By Randy Gariss
The Lord’s Supper is about celebration. After all, the meal points to the love of Christ, forgiveness of sins, the coming of the kingdom, and other wonderful repercussions of the cross.
Yet, in the midst of the joy there is another imperative from Paul, one with more sobering overtones. We are each told to “examine” ourselves.
Therefore, whoever eats the bread or drinks the cup of the Lord in an unworthy manner will be guilty of sinning against the body and blood of the Lord. A man ought to examine himself before he eats of the bread and drinks of the cup. For anyone who eats and drinks without recognizing the body of the Lord eats and drinks judgment on himself (1 Corinthians 11:27-29).
What does it mean to examine myself? Examine myself in light of what? Am I to examine myself in light of my sins this week, in light of my attitude at the moment, in light of what? I suspect the focus of Communion varies so greatly among us because we each answer that question so differently. But what does Paul have in mind? Perhaps we would better know how to examine ourselves if we looked at the context of the command.
There is a clear and unmistakable theme to the 1 Corinthians letter. It is the theme of others. In chapter 8, I am told not to eat or drink or make any decision without considering the impact of my decision on the conscience of others.
In chapter 9, I am reminded my rights are to be surrendered, if in doing so I can better love others. In the 10th chapter, God points out that I am part of the whole, and therefore I am never to seek my own good but the good of others.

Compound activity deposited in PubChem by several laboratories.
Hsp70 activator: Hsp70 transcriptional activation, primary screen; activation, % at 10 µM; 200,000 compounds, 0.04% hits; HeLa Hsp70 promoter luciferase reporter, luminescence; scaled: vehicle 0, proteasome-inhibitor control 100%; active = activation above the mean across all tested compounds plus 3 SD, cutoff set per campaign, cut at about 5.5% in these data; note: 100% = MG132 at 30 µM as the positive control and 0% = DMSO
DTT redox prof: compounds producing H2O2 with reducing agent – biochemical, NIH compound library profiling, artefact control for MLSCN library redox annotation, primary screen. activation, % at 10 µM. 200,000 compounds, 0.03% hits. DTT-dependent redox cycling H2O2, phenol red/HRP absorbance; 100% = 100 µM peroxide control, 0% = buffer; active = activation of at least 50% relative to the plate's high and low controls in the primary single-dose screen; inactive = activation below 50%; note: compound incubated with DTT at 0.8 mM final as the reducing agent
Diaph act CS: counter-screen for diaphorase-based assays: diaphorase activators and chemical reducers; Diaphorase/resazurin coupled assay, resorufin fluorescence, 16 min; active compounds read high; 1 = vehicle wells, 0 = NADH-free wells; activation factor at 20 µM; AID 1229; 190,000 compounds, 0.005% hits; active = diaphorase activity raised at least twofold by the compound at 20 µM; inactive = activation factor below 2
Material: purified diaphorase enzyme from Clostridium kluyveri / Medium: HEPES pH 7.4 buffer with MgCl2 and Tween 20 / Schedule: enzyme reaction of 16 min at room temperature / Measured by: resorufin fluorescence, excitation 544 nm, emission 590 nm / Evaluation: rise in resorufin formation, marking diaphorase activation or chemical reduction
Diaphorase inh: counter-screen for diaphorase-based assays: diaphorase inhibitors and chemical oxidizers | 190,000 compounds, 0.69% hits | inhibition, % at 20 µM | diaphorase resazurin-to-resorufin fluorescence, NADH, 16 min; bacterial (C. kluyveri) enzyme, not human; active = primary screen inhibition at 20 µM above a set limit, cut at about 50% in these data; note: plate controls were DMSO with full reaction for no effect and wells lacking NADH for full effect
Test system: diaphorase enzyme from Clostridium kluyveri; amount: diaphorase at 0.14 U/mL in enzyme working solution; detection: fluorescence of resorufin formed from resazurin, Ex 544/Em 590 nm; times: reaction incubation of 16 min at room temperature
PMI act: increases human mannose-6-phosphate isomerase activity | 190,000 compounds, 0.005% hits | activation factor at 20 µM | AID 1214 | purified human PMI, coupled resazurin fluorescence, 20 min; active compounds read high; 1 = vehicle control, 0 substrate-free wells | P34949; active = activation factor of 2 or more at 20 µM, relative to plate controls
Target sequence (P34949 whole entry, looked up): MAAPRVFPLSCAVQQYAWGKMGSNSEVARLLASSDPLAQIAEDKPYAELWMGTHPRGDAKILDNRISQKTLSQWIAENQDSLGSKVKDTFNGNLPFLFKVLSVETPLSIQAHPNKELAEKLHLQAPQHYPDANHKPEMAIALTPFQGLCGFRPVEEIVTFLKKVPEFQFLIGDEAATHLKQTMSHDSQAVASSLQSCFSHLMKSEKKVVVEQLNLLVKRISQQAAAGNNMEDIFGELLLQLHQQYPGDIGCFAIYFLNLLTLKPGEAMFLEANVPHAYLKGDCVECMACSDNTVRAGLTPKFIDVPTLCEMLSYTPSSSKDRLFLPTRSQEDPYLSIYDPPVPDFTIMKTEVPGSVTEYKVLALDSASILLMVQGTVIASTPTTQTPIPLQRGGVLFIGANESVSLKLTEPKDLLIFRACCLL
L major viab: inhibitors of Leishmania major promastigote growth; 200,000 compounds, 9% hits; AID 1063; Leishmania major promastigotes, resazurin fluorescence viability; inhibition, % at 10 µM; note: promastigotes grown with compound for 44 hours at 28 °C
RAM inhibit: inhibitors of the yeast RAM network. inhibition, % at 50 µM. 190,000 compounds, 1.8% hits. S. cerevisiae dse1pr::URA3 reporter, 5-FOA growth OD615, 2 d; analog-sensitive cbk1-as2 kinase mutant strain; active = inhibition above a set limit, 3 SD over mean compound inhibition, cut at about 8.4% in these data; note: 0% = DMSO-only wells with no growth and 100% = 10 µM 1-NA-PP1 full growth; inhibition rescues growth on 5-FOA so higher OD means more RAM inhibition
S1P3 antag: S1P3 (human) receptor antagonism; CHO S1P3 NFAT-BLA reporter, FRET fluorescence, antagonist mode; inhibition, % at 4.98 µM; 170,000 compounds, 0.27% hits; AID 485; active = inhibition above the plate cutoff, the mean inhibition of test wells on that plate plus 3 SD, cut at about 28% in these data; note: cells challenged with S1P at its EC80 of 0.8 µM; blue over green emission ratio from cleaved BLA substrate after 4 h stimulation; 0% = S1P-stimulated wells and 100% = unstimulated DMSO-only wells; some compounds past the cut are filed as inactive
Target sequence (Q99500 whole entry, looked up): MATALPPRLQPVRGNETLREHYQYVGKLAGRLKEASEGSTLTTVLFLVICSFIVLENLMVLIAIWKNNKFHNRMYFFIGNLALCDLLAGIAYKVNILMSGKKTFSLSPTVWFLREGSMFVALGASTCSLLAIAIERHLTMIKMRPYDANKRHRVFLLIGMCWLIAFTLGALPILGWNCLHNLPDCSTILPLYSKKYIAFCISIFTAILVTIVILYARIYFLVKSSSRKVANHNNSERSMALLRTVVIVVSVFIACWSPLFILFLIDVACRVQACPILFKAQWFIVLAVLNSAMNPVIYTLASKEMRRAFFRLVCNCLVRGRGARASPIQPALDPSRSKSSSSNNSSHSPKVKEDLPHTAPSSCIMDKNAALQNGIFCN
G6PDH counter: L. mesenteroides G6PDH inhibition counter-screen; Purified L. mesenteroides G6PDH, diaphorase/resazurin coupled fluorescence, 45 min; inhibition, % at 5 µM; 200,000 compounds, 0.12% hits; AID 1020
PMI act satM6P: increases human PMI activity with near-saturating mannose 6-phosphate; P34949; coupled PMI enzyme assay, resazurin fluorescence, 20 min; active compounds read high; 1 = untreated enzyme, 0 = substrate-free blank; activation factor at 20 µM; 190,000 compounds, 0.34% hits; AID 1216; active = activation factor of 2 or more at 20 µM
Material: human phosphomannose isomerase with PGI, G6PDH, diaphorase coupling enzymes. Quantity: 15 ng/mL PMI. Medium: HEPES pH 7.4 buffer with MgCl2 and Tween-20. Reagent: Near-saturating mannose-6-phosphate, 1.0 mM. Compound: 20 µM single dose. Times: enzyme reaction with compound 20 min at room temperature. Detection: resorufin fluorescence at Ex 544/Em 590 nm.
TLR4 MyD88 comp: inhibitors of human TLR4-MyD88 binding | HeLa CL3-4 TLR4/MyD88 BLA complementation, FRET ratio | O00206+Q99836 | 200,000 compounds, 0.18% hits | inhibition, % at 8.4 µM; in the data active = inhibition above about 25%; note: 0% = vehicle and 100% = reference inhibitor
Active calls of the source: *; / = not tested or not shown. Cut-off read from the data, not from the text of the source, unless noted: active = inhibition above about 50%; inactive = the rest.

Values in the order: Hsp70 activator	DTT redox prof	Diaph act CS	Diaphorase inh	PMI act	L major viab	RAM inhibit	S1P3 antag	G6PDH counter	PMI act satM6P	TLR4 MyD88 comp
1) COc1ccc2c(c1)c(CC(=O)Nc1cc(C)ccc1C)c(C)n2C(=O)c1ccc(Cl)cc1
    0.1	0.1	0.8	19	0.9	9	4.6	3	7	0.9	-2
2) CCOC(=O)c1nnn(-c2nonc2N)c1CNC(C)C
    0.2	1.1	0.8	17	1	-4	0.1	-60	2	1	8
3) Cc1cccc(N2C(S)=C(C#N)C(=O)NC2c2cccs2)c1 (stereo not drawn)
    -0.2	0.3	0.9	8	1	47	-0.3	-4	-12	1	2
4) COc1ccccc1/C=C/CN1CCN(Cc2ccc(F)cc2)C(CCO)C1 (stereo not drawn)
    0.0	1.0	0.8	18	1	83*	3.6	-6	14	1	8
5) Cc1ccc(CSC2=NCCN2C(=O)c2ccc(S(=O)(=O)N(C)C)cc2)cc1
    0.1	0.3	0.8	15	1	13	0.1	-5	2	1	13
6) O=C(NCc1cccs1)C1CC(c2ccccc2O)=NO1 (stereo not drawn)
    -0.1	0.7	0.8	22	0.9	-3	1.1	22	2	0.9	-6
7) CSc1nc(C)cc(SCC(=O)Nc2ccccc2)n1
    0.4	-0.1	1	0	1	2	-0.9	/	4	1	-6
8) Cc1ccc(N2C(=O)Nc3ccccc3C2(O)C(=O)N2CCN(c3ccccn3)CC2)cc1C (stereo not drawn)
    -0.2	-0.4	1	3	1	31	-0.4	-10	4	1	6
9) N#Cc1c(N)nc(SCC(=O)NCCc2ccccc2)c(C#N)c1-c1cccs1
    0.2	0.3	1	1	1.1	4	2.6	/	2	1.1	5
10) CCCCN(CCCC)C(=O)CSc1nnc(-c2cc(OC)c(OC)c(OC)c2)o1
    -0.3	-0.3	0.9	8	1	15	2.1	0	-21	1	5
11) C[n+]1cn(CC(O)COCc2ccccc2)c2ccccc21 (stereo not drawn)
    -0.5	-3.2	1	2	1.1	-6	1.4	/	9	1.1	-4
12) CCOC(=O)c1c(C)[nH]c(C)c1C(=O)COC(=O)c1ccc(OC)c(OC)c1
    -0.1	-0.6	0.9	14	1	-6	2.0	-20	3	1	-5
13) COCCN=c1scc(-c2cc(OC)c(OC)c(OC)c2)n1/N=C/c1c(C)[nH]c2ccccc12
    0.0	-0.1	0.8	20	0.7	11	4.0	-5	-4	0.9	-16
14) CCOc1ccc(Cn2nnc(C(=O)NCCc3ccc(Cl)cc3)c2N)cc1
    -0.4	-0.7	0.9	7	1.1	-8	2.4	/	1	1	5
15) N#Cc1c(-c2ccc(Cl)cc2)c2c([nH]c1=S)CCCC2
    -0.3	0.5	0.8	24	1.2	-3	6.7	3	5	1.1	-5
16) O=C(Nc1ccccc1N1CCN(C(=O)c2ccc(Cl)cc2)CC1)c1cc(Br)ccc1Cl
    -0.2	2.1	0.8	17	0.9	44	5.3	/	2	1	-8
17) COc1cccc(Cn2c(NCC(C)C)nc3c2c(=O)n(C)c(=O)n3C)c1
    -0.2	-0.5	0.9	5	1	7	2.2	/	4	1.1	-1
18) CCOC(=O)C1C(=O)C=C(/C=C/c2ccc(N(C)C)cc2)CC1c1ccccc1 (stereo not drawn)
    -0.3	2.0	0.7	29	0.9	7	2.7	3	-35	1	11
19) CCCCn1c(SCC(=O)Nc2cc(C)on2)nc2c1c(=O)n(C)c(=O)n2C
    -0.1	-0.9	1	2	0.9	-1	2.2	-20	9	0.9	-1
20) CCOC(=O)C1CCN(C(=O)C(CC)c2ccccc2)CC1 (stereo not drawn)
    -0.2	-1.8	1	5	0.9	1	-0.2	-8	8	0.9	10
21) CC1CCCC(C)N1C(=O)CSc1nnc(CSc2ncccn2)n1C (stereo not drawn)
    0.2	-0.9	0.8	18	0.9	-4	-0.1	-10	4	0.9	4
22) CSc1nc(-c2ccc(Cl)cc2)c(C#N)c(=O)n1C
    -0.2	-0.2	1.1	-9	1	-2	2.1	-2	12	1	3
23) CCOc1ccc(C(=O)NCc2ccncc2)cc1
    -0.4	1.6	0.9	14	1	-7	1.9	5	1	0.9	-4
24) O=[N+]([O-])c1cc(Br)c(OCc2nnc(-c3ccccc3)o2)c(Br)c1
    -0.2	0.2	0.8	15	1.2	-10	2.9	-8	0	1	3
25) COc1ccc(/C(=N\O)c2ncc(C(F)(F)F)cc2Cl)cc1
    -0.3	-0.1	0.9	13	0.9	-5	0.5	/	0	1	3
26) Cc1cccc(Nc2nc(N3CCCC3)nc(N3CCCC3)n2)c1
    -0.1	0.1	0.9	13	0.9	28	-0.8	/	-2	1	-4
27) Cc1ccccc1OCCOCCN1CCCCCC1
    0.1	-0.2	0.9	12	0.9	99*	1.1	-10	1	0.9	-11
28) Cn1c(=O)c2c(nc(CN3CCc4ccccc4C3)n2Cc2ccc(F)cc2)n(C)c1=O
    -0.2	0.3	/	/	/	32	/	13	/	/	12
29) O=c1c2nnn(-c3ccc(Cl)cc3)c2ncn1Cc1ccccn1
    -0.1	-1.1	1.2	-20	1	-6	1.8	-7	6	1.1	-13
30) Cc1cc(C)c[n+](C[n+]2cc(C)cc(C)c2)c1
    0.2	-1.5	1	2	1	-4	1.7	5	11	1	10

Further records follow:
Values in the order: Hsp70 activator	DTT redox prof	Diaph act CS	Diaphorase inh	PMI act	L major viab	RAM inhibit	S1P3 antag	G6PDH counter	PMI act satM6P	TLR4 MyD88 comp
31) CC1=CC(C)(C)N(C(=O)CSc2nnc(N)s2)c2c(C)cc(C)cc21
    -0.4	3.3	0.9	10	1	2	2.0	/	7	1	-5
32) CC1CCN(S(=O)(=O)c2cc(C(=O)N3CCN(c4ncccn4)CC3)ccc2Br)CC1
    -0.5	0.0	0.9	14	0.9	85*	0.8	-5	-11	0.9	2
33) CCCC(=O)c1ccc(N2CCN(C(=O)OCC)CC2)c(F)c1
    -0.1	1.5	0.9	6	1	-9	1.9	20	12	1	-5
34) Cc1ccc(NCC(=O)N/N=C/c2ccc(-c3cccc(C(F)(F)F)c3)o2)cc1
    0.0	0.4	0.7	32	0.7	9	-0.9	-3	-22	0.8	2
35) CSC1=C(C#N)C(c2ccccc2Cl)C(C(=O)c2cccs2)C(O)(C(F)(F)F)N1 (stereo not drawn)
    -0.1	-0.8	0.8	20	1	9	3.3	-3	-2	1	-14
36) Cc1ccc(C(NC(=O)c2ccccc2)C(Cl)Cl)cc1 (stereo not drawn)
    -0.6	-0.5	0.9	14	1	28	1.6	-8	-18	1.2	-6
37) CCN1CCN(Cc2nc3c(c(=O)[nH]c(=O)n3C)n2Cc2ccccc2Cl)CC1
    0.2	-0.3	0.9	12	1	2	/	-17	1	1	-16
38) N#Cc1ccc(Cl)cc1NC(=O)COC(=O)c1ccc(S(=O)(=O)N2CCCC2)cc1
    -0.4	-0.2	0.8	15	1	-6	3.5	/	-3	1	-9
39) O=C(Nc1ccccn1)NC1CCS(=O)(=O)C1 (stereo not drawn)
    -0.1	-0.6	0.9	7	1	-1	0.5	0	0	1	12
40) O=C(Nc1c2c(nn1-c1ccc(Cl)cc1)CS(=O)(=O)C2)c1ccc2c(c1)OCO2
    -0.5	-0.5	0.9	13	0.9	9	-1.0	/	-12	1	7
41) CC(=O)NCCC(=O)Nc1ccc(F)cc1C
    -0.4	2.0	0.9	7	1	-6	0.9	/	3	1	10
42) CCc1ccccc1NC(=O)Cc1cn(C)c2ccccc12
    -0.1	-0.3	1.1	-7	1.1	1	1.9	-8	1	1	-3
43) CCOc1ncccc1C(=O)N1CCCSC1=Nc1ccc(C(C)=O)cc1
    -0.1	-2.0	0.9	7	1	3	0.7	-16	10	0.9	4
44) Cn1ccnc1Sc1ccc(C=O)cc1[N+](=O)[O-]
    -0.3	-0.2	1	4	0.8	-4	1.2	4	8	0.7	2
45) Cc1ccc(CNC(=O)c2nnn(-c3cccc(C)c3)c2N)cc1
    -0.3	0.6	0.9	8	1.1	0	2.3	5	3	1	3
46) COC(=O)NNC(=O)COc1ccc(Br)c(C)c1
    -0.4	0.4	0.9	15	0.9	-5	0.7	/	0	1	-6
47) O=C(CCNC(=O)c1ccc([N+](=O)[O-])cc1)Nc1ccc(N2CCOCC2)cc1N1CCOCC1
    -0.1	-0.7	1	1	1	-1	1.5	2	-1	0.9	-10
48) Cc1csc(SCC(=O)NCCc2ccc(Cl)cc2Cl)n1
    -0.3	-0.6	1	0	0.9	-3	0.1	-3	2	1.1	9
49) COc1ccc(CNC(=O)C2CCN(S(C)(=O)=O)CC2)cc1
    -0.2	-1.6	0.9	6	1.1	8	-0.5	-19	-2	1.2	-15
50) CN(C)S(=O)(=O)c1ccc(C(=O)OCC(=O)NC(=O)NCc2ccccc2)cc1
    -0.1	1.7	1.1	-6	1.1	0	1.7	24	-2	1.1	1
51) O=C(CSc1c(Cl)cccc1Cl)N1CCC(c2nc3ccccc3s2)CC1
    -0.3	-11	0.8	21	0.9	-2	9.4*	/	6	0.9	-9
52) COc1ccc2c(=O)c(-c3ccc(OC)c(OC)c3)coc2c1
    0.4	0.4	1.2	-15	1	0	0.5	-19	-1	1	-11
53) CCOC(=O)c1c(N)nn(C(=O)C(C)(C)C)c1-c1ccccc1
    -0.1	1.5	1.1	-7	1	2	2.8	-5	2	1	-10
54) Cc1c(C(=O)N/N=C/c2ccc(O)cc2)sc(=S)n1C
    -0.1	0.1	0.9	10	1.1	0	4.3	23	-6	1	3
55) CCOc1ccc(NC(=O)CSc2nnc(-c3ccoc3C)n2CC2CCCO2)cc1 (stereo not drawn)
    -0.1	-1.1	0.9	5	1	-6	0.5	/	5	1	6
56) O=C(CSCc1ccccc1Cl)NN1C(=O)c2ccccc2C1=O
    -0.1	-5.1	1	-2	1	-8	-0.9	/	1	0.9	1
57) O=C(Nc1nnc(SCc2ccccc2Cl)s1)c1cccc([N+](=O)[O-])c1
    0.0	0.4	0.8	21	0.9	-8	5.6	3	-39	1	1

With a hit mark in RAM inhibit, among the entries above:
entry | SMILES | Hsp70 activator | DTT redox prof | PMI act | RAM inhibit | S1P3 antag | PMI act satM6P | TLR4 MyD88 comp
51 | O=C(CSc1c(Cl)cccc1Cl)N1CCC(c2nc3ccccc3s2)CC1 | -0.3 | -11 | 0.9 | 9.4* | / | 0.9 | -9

In chapters 11 and 14, there are severe rebukes for those who want to worship God, but are inconsiderate of the others in the body. In the 12th chapter, I am told spiritual gifts are not for me, but are for the good of others. In the 13th chapter, the love of others is elevated above every other virtue.
There is no great mystery about this examination at Communion. I am to consider how Christ has loved me and placed me in his family, a family that has made you to be a brother or sister to me. It is in the light of our unity and love I am to examine myself.
As I take this Communion, I must ask a haunting question: “Am I being Christlike to you in both my attitude and my actions?”
Communion is not a solitary meeting with God in a private cubicle. In fact, it is just the opposite. It is a group activity. It’s in the midst of your lives, with your faces on my mind, in the midst of the grace that God has given us—it is there, I am to examine myself.
Randy Gariss serves as the director of the Life and Ministry Center at Ozark Christian College, Joplin, Missouri.